National Freshman of the Week: Marcus Foster, Kansas State
A lightly recruited guard from Wichita Falls, Texas, Foster scored a career-high 34 points — the most by a Kansas State freshman since Michael Beasley had 39 in March 2008 — to lead the Wildcats to a 74–57 win over Texas. Foster converted 13-of-16 from the field (including 5-of-8 from 3-point range) and has now scored 20-plus points in three of his last four games.

Under-the-Radar Player of the Week: Jordair Jett, Saint Louis
Jett scored 19 of his 25 points in the second half — highlighted by a bucket with four seconds remaining to break a 63–63 tie — to lead Saint Louis to a two-point win at La Salle. The Billikens, who have won 16 straight games overall, are 9–0 in the Atlantic 10.

Other Top Performers:

T.J. Warren, NC State
Warren scored 27 points (nearly half of his team’s total) and grabbed seven rebounds in NC State’s 56–55 win at Miami — the Pack’s first road win in ACC play this season. Warren, a sophomore forward, has averaged 23.8 points in his last six games.

Seth Allen, Maryland
Allen poured in a career-high 32 points, including 21 in the second half, as Maryland beat Florida State 83–71 in College Park. A sophomore point guard, Allen missed the first 12 games of the season with a foot injury.

Marshall Henderson, Ole Miss
Here’s a word you don’t often associate with Henderson — efficient. But that is the type of performance Ole Miss received from its shot-happy senior guard. Henderson scored 29 points on 10-of-18 shooting (8-of-15 from 3-point range) to lift the Rebels to a 91–88 win over visiting Missouri. Ole Miss has sole possession of third place in the SEC with a 7–3 record in league play.

Jaye Crockett, Texas Tech
Crockett was the forgotten star of a game that will unfortunately be remembered for Marcus Smart’s confrontation with a Texas Tech fan. Crockett, a senior forward, tied season highs in points (21) and rebounds (12) to lead the Red Raiders to a 65–61 win over Oklahoma State. Tech, under first-year coach Tubby Smith, improved to 4–6 in the Big 12. Last season, the Red Raiders went 3–15 in the league.

Jabari Parker, Duke
Parker bounced back from a subpar performance in Duke’s overtime loss at Syracuse to average 25 points and 12 rebounds as the Blue Devils coasted past Wake Forest and Boston College last week. The freshman from Chicago was brilliant Saturday at Boston College, setting a career high in both points (29) and rebounds (16) in the Blue Devils’ 21-point win.

Jordan Bachynski, Arizona State
Banchynski scored a career-high 26 points, but it was his work on the defensive end that secured the Sun Devils’ 74–72 win over Oregon. The 7-2 center blocked nine shots, including Joseph Young’s layup at the buzzer, to help Arizona State to its fifth win in the last six games. On Thursday, Banchynski had 17 points, 15 rebounds and seven blocks in an overtime win over Oregon State.

Kadeem Jack, Rutgers
Jack and the Scarlet Knights bounced back from a miserable performance at Memphis on Tuesday to beat South Florida 79–69 on the road Saturday night. Jack, a junior forward, led the way with a career-high 31 points on 9-of-14 shooting from the field and a perfect 13-of-13 from the free throw line.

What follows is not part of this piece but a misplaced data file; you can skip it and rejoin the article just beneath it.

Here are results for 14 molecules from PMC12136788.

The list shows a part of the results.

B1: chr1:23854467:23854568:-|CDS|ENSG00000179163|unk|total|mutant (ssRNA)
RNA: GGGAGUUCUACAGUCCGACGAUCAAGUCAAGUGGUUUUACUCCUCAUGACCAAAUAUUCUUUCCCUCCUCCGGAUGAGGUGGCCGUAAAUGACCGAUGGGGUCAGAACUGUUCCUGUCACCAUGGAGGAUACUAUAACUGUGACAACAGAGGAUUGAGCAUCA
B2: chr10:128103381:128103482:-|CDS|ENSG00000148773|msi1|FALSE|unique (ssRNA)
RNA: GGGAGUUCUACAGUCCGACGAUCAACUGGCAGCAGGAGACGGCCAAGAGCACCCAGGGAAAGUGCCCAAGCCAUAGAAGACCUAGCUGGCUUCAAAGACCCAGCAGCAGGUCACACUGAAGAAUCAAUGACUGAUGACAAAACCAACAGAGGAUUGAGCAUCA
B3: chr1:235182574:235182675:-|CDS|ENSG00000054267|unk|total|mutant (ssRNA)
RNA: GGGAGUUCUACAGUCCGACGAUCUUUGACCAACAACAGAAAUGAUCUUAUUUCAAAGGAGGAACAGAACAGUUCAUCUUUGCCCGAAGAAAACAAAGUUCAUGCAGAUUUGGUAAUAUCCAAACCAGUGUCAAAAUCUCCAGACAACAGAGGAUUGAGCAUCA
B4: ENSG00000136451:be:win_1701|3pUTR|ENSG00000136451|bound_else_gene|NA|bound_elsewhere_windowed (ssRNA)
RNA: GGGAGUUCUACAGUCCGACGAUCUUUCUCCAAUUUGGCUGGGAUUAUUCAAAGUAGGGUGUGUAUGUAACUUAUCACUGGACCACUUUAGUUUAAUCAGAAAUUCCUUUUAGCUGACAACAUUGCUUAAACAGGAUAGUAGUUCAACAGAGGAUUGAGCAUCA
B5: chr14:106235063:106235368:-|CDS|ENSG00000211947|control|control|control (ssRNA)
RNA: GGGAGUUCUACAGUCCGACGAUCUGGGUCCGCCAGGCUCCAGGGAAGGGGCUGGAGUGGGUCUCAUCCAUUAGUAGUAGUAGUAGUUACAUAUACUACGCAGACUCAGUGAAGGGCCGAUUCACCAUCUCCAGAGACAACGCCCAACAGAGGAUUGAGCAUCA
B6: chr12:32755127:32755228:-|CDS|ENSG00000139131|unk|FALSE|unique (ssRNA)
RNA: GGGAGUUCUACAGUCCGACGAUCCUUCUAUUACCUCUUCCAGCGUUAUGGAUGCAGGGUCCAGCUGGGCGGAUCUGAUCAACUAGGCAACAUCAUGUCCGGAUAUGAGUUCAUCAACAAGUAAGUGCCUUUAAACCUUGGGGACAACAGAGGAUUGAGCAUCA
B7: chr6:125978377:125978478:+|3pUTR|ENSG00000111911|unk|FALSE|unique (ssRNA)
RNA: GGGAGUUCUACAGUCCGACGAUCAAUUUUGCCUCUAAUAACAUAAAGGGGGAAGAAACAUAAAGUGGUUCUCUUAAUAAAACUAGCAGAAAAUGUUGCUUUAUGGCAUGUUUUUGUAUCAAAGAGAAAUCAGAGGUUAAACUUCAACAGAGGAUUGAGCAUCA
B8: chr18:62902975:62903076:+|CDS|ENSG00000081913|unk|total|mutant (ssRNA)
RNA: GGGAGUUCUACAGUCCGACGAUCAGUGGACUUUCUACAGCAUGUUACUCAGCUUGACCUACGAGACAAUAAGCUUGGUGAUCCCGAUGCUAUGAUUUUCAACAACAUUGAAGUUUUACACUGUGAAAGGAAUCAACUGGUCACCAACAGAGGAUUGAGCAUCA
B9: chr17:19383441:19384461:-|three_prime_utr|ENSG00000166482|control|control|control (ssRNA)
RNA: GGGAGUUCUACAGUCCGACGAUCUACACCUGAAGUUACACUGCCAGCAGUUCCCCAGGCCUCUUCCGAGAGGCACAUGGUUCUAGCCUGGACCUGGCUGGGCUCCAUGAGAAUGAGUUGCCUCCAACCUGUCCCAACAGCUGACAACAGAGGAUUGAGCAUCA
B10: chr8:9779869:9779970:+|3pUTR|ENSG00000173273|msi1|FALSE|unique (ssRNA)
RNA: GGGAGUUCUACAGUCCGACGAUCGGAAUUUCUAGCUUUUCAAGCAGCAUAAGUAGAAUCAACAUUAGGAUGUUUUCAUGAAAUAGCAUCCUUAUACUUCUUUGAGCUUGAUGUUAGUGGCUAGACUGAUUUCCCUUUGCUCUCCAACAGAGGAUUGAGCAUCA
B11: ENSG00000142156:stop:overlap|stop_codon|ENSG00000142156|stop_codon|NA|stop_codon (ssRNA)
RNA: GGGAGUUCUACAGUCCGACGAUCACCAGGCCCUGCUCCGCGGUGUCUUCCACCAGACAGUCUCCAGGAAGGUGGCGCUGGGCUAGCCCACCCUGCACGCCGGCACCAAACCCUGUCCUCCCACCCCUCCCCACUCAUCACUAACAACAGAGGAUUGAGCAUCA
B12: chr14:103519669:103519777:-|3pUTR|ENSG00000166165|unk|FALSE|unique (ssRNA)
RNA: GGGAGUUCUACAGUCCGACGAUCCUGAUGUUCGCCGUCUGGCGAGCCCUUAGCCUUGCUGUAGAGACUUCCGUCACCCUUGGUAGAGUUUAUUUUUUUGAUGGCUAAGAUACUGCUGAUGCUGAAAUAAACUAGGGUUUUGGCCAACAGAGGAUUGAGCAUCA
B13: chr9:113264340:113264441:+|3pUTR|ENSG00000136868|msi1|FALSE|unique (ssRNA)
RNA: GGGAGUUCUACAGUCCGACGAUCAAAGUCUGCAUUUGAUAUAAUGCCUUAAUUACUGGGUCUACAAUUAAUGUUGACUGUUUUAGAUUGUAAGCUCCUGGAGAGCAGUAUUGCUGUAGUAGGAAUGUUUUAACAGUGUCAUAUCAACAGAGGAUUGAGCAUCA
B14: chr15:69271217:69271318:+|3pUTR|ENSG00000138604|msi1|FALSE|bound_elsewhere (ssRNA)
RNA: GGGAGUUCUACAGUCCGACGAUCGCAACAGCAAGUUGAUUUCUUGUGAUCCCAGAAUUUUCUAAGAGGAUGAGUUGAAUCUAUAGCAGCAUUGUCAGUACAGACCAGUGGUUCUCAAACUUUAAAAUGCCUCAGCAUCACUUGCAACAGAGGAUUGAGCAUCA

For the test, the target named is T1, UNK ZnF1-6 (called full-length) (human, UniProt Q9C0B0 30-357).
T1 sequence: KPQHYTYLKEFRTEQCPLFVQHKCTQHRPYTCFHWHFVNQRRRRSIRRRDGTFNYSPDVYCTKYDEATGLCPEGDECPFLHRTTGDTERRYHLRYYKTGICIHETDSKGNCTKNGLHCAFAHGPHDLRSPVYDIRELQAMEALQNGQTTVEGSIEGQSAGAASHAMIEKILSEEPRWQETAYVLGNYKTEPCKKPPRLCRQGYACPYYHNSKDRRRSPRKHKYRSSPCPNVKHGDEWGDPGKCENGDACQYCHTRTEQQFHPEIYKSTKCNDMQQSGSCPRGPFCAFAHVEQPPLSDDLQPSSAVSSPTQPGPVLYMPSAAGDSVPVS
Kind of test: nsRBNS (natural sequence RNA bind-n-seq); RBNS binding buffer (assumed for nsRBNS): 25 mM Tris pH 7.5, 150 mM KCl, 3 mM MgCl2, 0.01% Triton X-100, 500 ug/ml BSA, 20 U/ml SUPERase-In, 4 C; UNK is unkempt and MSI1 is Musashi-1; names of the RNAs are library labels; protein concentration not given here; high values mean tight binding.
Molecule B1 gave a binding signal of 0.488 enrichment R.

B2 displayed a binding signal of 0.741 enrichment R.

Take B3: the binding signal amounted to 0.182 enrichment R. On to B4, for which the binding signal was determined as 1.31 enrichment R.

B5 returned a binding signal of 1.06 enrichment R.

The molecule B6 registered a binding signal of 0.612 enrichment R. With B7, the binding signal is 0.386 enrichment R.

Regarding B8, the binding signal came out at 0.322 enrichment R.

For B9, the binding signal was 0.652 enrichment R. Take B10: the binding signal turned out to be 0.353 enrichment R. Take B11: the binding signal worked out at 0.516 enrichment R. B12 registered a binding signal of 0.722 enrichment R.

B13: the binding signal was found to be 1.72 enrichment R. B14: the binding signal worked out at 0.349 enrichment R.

Xavier Johnson, Colorado
Johnson averaged 23.5 points and 9.5 rebounds as Colorado swept a pair of games from Washington State and Washington last week. In a 91–65 win over Washington, Johnson had a career-high 27 points and was one of three CU players to score at least 20 points (Josh Scott had 21 and Asia Booker had 20).

Iowa State's Melvin Ejim named Athlon Sports Player of the Week
Post date: Monday, February 10, 2014 - 13:14
All taxonomy terms: Olympics
Path: /olympics/2014-sochi-olympics-what-watch-feb-10

Today's Highlights


8-11:30 p.m. Eastern

Spoiler alert: By tonight, all of this will have already happened, so if you want to go in fresh, avoid the usual sports sites today.


1. Alpine Skiing — Women's Super Combined
American sweetheart Julia Mancuso, known for busting out a tiara on the medal stand, chases gold in the nerve-rattling Women's Super Combined. She'll face off with defending Olympic champion Maria Hoefl-Riesch of Germany.


2. Alpine Skiing — Men's Moguls
American Patrick Deneen missed the podium four years ago in Vancouver after failing to execute a jump, but he'll try for redemption in the white-knuckle humps and bumps of the Men's Moguls.


3. Short Track Speedskating — Men's 1500m Field
One of the Winter Games' most thrilling and chaotic events, short track speedskating takes center stage tonight. Charles Hamelin, a 29-year-old Canadian, will try to elbow his way past a younger field for gold.

Post date: Monday, February 10, 2014 - 12:33
Path: /golf/5-key-stats-att-pebble-beach-pro-am

He didn't exactly put the foot on the gas during a stumbling Sunday 74, but Jimmy Walker is on some kind of roll. Walker saw his six-stroke third-round lead at the AT&T Pebble Beach National Pro-Am dwindle to one, but he was able to coax in a five-foot par putt on 18 to finish off a one-shot win over Dustin Johnson and John Renner. The win is Walker's third in eight tournaments in the 2013-14 season — a start that puts him in some rare company. 

"There wasn't a whole lot to celebrate coming down the stretch today, it just felt like I was kind of leaking oil and I felt like I gave it a pretty good little, pretty good little outburst on the last hole," Walker said after a cathartic fist pump on Pebble's impossibly picturesque par-5 18th. "... Holy cow."